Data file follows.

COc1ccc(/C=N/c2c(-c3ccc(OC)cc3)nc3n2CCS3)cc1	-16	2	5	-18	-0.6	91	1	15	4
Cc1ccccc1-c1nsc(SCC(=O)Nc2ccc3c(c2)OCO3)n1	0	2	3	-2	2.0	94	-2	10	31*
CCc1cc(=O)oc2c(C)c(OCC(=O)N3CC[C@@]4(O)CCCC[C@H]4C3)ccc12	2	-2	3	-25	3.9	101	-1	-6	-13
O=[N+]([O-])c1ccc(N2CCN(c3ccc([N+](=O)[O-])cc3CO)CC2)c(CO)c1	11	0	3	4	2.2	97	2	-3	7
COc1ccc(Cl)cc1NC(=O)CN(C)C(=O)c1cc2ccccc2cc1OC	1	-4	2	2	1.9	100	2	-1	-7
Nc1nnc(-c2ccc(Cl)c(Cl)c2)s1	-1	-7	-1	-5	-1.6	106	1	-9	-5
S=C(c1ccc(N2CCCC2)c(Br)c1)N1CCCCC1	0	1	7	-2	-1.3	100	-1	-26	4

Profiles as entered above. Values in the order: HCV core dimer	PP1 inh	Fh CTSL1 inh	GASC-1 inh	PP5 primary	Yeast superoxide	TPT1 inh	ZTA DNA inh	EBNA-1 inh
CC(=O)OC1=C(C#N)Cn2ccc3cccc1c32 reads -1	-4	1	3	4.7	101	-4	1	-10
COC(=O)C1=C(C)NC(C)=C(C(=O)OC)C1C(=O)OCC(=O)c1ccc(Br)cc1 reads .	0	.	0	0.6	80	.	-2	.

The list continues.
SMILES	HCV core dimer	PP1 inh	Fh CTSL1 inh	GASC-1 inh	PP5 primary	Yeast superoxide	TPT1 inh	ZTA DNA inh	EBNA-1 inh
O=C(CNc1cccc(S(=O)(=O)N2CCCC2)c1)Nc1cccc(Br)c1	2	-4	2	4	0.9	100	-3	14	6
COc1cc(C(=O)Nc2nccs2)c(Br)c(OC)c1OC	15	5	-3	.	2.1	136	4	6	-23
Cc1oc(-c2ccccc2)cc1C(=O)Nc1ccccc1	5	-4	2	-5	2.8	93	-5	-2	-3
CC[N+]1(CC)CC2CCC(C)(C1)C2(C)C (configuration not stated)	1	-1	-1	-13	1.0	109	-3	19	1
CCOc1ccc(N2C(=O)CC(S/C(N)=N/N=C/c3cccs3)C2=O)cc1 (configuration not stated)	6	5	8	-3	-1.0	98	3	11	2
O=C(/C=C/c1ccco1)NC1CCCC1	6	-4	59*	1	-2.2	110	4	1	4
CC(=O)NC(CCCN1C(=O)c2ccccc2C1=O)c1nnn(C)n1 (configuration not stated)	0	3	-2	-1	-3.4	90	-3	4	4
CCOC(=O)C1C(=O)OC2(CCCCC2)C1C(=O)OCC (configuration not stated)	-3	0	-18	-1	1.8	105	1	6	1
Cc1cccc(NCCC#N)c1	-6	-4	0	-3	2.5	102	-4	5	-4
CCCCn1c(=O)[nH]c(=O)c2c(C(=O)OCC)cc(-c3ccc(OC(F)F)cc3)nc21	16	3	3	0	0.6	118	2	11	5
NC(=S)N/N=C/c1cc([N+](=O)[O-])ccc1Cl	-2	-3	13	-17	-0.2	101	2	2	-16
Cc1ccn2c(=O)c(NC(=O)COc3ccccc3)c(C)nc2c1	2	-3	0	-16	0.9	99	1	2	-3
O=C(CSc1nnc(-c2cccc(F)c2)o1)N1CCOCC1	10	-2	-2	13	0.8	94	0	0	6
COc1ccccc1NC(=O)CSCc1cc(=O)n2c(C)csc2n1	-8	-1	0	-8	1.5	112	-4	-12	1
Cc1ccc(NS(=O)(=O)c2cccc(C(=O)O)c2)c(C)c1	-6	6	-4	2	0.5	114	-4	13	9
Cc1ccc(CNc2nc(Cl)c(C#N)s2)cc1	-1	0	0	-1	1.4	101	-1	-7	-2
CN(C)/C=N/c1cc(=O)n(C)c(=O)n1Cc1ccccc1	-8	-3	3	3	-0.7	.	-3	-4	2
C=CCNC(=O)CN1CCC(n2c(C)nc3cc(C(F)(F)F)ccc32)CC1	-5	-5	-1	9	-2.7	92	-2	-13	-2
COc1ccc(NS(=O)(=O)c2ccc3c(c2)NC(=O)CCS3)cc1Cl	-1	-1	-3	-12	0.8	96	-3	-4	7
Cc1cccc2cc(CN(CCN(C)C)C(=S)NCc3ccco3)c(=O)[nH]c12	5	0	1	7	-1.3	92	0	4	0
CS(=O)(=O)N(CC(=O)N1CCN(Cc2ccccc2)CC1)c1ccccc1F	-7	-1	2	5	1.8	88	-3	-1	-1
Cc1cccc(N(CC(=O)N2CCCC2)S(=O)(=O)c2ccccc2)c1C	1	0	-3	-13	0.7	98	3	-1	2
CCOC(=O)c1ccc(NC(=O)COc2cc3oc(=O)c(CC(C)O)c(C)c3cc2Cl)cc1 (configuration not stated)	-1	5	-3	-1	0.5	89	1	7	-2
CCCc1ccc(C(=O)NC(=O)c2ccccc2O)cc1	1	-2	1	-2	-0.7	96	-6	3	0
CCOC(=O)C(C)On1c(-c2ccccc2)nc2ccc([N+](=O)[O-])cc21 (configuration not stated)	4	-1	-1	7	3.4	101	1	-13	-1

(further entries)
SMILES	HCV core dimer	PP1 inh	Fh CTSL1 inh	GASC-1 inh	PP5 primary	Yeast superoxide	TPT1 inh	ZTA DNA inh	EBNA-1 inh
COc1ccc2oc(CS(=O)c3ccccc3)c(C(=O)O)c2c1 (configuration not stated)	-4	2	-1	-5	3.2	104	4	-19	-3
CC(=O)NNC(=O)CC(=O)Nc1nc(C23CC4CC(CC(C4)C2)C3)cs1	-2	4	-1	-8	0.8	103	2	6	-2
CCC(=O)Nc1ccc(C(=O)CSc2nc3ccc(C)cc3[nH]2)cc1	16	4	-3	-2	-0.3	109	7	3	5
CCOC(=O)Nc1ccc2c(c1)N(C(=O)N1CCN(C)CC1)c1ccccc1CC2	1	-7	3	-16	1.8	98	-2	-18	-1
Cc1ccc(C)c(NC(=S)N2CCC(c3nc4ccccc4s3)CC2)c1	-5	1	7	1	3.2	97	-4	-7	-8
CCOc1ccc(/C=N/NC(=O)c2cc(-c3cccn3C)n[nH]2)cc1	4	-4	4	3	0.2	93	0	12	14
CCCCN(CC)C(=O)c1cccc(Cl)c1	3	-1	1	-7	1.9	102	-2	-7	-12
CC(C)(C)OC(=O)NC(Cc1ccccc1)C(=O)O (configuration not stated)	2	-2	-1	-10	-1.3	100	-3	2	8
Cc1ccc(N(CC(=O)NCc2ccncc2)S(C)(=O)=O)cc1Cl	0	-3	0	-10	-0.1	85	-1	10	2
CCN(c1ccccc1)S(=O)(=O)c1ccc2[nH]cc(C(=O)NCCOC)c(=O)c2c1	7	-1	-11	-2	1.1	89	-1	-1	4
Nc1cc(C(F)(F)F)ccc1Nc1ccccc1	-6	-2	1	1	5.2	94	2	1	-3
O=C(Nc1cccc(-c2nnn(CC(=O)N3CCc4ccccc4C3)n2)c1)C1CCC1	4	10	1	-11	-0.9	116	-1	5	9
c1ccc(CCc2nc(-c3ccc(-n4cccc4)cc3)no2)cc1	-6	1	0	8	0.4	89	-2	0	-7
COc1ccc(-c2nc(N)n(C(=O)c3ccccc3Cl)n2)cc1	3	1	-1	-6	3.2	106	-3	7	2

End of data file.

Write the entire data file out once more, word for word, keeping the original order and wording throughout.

COc1ccc(/C=N/c2c(-c3ccc(OC)cc3)nc3n2CCS3)cc1	-16	2	5	-18	-0.6	91	1	15	4
Cc1ccccc1-c1nsc(SCC(=O)Nc2ccc3c(c2)OCO3)n1	0	2	3	-2	2.0	94	-2	10	31*
CCc1cc(=O)oc2c(C)c(OCC(=O)N3CC[C@@]4(O)CCCC[C@H]4C3)ccc12	2	-2	3	-25	3.9	101	-1	-6	-13
O=[N+]([O-])c1ccc(N2CCN(c3ccc([N+](=O)[O-])cc3CO)CC2)c(CO)c1	11	0	3	4	2.2	97	2	-3	7
COc1ccc(Cl)cc1NC(=O)CN(C)C(=O)c1cc2ccccc2cc1OC	1	-4	2	2	1.9	100	2	-1	-7
Nc1nnc(-c2ccc(Cl)c(Cl)c2)s1	-1	-7	-1	-5	-1.6	106	1	-9	-5
S=C(c1ccc(N2CCCC2)c(Br)c1)N1CCCCC1	0	1	7	-2	-1.3	100	-1	-26	4

Profiles as entered above. Values in the order: HCV core dimer	PP1 inh	Fh CTSL1 inh	GASC-1 inh	PP5 primary	Yeast superoxide	TPT1 inh	ZTA DNA inh	EBNA-1 inh
CC(=O)OC1=C(C#N)Cn2ccc3cccc1c32 reads -1	-4	1	3	4.7	101	-4	1	-10
COC(=O)C1=C(C)NC(C)=C(C(=O)OC)C1C(=O)OCC(=O)c1ccc(Br)cc1 reads .	0	.	0	0.6	80	.	-2	.

The list continues.
SMILES	HCV core dimer	PP1 inh	Fh CTSL1 inh	GASC-1 inh	PP5 primary	Yeast superoxide	TPT1 inh	ZTA DNA inh	EBNA-1 inh
O=C(CNc1cccc(S(=O)(=O)N2CCCC2)c1)Nc1cccc(Br)c1	2	-4	2	4	0.9	100	-3	14	6
COc1cc(C(=O)Nc2nccs2)c(Br)c(OC)c1OC	15	5	-3	.	2.1	136	4	6	-23
Cc1oc(-c2ccccc2)cc1C(=O)Nc1ccccc1	5	-4	2	-5	2.8	93	-5	-2	-3
CC[N+]1(CC)CC2CCC(C)(C1)C2(C)C (configuration not stated)	1	-1	-1	-13	1.0	109	-3	19	1
CCOc1ccc(N2C(=O)CC(S/C(N)=N/N=C/c3cccs3)C2=O)cc1 (configuration not stated)	6	5	8	-3	-1.0	98	3	11	2
O=C(/C=C/c1ccco1)NC1CCCC1	6	-4	59*	1	-2.2	110	4	1	4
CC(=O)NC(CCCN1C(=O)c2ccccc2C1=O)c1nnn(C)n1 (configuration not stated)	0	3	-2	-1	-3.4	90	-3	4	4
CCOC(=O)C1C(=O)OC2(CCCCC2)C1C(=O)OCC (configuration not stated)	-3	0	-18	-1	1.8	105	1	6	1
Cc1cccc(NCCC#N)c1	-6	-4	0	-3	2.5	102	-4	5	-4
CCCCn1c(=O)[nH]c(=O)c2c(C(=O)OCC)cc(-c3ccc(OC(F)F)cc3)nc21	16	3	3	0	0.6	118	2	11	5
NC(=S)N/N=C/c1cc([N+](=O)[O-])ccc1Cl	-2	-3	13	-17	-0.2	101	2	2	-16
Cc1ccn2c(=O)c(NC(=O)COc3ccccc3)c(C)nc2c1	2	-3	0	-16	0.9	99	1	2	-3
O=C(CSc1nnc(-c2cccc(F)c2)o1)N1CCOCC1	10	-2	-2	13	0.8	94	0	0	6
COc1ccccc1NC(=O)CSCc1cc(=O)n2c(C)csc2n1	-8	-1	0	-8	1.5	112	-4	-12	1
Cc1ccc(NS(=O)(=O)c2cccc(C(=O)O)c2)c(C)c1	-6	6	-4	2	0.5	114	-4	13	9
Cc1ccc(CNc2nc(Cl)c(C#N)s2)cc1	-1	0	0	-1	1.4	101	-1	-7	-2
CN(C)/C=N/c1cc(=O)n(C)c(=O)n1Cc1ccccc1	-8	-3	3	3	-0.7	.	-3	-4	2
C=CCNC(=O)CN1CCC(n2c(C)nc3cc(C(F)(F)F)ccc32)CC1	-5	-5	-1	9	-2.7	92	-2	-13	-2
COc1ccc(NS(=O)(=O)c2ccc3c(c2)NC(=O)CCS3)cc1Cl	-1	-1	-3	-12	0.8	96	-3	-4	7
Cc1cccc2cc(CN(CCN(C)C)C(=S)NCc3ccco3)c(=O)[nH]c12	5	0	1	7	-1.3	92	0	4	0
CS(=O)(=O)N(CC(=O)N1CCN(Cc2ccccc2)CC1)c1ccccc1F	-7	-1	2	5	1.8	88	-3	-1	-1
Cc1cccc(N(CC(=O)N2CCCC2)S(=O)(=O)c2ccccc2)c1C	1	0	-3	-13	0.7	98	3	-1	2
CCOC(=O)c1ccc(NC(=O)COc2cc3oc(=O)c(CC(C)O)c(C)c3cc2Cl)cc1 (configuration not stated)	-1	5	-3	-1	0.5	89	1	7	-2
CCCc1ccc(C(=O)NC(=O)c2ccccc2O)cc1	1	-2	1	-2	-0.7	96	-6	3	0
CCOC(=O)C(C)On1c(-c2ccccc2)nc2ccc([N+](=O)[O-])cc21 (configuration not stated)	4	-1	-1	7	3.4	101	1	-13	-1

(further entries)
SMILES	HCV core dimer	PP1 inh	Fh CTSL1 inh	GASC-1 inh	PP5 primary	Yeast superoxide	TPT1 inh	ZTA DNA inh	EBNA-1 inh
COc1ccc2oc(CS(=O)c3ccccc3)c(C(=O)O)c2c1 (configuration not stated)	-4	2	-1	-5	3.2	104	4	-19	-3
CC(=O)NNC(=O)CC(=O)Nc1nc(C23CC4CC(CC(C4)C2)C3)cs1	-2	4	-1	-8	0.8	103	2	6	-2
CCC(=O)Nc1ccc(C(=O)CSc2nc3ccc(C)cc3[nH]2)cc1	16	4	-3	-2	-0.3	109	7	3	5
CCOC(=O)Nc1ccc2c(c1)N(C(=O)N1CCN(C)CC1)c1ccccc1CC2	1	-7	3	-16	1.8	98	-2	-18	-1
Cc1ccc(C)c(NC(=S)N2CCC(c3nc4ccccc4s3)CC2)c1	-5	1	7	1	3.2	97	-4	-7	-8
CCOc1ccc(/C=N/NC(=O)c2cc(-c3cccn3C)n[nH]2)cc1	4	-4	4	3	0.2	93	0	12	14
CCCCN(CC)C(=O)c1cccc(Cl)c1	3	-1	1	-7	1.9	102	-2	-7	-12
CC(C)(C)OC(=O)NC(Cc1ccccc1)C(=O)O (configuration not stated)	2	-2	-1	-10	-1.3	100	-3	2	8
Cc1ccc(N(CC(=O)NCc2ccncc2)S(C)(=O)=O)cc1Cl	0	-3	0	-10	-0.1	85	-1	10	2
CCN(c1ccccc1)S(=O)(=O)c1ccc2[nH]cc(C(=O)NCCOC)c(=O)c2c1	7	-1	-11	-2	1.1	89	-1	-1	4
Nc1cc(C(F)(F)F)ccc1Nc1ccccc1	-6	-2	1	1	5.2	94	2	1	-3
O=C(Nc1cccc(-c2nnn(CC(=O)N3CCc4ccccc4C3)n2)c1)C1CCC1	4	10	1	-11	-0.9	116	-1	5	9
c1ccc(CCc2nc(-c3ccc(-n4cccc4)cc3)no2)cc1	-6	1	0	8	0.4	89	-2	0	-7
COc1ccc(-c2nc(N)n(C(=O)c3ccccc3Cl)n2)cc1	3	1	-1	-6	3.2	106	-3	7	2